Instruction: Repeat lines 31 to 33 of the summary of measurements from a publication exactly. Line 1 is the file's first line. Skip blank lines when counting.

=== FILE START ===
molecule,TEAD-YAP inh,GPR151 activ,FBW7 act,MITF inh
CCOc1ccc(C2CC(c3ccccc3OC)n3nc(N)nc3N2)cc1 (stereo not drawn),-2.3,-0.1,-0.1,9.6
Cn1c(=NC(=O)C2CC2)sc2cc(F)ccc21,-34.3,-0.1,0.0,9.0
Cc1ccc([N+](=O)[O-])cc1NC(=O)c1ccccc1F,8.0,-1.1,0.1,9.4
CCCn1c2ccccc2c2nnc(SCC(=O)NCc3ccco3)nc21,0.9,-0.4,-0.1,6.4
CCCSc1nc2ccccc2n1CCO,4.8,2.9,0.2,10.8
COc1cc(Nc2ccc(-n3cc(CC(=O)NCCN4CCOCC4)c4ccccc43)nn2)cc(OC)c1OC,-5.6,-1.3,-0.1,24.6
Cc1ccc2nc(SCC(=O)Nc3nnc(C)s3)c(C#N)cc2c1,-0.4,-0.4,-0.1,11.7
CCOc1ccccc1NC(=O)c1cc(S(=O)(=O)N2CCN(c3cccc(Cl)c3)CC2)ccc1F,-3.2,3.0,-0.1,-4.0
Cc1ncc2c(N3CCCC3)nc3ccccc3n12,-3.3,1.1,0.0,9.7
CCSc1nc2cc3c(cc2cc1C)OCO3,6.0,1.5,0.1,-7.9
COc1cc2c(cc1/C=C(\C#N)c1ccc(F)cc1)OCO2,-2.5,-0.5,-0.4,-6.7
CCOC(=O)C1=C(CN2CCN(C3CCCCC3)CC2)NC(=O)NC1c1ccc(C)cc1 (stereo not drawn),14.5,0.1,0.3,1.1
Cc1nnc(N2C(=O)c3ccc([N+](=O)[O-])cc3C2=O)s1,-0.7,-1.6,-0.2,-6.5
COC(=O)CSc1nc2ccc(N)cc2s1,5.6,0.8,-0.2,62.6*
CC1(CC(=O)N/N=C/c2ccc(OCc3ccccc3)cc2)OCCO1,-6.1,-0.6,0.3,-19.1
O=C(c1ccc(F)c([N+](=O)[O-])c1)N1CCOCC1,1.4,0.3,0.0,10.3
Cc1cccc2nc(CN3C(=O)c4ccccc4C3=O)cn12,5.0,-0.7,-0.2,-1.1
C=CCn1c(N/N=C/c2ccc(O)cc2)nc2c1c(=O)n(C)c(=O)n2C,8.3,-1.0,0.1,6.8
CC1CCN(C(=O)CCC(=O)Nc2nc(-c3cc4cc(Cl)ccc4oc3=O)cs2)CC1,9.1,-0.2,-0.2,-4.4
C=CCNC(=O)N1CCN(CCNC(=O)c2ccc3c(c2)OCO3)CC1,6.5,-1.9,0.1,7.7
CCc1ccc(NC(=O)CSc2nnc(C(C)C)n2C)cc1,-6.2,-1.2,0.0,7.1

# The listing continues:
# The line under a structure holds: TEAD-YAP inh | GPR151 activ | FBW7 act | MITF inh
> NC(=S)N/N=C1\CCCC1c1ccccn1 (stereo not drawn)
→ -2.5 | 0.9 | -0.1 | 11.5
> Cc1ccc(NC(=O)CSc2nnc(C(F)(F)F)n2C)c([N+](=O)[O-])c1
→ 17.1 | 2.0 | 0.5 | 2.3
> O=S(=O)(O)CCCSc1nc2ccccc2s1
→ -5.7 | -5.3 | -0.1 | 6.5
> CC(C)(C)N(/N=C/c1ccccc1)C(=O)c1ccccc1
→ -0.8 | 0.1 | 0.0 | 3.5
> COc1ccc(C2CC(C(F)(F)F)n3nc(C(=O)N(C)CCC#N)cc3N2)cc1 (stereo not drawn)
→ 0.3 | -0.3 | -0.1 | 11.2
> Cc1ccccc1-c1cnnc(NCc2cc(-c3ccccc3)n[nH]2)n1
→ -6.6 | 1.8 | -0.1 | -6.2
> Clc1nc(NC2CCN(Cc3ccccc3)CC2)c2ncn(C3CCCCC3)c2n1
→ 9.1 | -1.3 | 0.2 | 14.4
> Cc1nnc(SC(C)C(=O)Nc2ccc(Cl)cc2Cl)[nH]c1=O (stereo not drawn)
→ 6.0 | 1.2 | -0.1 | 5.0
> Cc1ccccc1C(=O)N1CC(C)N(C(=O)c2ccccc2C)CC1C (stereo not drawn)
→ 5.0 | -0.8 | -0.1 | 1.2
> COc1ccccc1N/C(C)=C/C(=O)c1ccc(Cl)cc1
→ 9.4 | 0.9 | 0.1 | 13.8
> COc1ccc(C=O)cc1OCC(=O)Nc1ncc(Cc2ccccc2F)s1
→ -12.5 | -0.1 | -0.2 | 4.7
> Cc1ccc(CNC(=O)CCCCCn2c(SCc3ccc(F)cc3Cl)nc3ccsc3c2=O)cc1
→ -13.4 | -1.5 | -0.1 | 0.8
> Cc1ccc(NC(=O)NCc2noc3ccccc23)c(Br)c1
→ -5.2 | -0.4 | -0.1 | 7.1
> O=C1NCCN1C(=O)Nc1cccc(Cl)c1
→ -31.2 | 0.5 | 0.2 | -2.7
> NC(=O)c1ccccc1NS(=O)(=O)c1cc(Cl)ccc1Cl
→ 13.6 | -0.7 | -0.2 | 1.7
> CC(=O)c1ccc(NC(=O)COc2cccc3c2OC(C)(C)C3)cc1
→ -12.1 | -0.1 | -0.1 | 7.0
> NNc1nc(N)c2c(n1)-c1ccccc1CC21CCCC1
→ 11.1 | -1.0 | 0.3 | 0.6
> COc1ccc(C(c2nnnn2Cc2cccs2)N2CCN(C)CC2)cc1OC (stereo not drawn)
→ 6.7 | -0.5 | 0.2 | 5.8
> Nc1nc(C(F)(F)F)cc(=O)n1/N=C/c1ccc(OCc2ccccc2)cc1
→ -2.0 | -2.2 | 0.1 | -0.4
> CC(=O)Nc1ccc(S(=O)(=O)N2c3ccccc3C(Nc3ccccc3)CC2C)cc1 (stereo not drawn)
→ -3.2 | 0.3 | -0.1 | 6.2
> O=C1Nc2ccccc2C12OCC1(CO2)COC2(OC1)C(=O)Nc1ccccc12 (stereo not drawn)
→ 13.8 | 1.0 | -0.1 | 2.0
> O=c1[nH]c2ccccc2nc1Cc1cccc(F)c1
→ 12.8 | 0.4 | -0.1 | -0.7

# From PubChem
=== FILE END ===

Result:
> CC(C)(C)N(/N=C/c1ccccc1)C(=O)c1ccccc1
→ -0.8 | 0.1 | 0.0 | 3.5
> COc1ccc(C2CC(C(F)(F)F)n3nc(C(=O)N(C)CCC#N)cc3N2)cc1 (stereo not drawn)